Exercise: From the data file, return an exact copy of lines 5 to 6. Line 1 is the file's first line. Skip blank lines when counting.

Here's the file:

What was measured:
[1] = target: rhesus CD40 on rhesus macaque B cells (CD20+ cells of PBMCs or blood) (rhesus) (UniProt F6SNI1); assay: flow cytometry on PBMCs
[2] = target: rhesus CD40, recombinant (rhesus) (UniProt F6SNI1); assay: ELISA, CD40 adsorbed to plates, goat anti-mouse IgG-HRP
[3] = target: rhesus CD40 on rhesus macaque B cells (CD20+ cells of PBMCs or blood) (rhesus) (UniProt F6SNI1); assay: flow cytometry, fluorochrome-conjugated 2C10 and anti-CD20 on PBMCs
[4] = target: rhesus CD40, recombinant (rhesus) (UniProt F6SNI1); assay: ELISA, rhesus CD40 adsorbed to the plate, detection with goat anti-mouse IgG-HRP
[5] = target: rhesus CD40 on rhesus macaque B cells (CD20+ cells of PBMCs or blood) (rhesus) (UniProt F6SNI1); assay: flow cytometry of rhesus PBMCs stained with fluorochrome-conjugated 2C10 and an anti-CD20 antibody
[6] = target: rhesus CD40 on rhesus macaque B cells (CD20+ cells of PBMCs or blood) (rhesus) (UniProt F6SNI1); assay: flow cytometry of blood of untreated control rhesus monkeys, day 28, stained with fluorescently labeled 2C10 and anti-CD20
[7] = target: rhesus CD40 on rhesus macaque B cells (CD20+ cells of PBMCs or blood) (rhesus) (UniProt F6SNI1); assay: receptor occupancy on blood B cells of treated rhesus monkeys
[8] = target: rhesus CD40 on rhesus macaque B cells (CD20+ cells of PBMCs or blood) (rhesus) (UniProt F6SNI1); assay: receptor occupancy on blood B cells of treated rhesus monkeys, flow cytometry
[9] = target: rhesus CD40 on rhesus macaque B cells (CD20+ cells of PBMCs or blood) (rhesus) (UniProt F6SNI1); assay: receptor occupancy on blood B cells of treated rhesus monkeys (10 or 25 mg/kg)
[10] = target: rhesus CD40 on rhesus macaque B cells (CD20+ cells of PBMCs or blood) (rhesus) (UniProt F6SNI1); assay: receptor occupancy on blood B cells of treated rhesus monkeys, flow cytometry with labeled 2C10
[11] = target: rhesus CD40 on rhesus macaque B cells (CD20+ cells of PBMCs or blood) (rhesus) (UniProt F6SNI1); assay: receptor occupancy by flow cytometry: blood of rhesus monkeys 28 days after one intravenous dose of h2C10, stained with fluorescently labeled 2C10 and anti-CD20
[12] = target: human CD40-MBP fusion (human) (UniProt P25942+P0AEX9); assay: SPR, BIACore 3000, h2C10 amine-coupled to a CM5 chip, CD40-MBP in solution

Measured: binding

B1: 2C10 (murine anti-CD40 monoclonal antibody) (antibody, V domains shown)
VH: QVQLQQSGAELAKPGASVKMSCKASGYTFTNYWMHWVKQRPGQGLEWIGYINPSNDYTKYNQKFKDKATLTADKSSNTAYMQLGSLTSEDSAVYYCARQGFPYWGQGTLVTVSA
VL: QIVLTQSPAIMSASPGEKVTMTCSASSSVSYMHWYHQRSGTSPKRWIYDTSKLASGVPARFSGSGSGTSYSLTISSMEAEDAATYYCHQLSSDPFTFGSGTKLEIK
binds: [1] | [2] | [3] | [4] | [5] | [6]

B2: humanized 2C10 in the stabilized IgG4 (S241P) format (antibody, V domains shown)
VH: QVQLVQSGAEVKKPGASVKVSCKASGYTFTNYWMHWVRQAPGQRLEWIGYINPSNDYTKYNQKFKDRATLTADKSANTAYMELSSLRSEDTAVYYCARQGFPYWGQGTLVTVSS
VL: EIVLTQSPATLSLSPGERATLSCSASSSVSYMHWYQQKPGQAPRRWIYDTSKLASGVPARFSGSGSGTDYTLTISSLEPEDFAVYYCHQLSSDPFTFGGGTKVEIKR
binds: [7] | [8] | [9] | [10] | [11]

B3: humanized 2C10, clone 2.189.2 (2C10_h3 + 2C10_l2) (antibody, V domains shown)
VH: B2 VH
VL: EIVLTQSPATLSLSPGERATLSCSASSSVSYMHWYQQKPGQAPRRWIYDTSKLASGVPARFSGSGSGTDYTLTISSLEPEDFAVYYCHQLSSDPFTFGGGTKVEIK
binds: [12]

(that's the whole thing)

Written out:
[4] = target: rhesus CD40, recombinant (rhesus) (UniProt F6SNI1); assay: ELISA, rhesus CD40 adsorbed to the plate, detection with goat anti-mouse IgG-HRP
[5] = target: rhesus CD40 on rhesus macaque B cells (CD20+ cells of PBMCs or blood) (rhesus) (UniProt F6SNI1); assay: flow cytometry of rhesus PBMCs stained with fluorochrome-conjugated 2C10 and an anti-CD20 antibody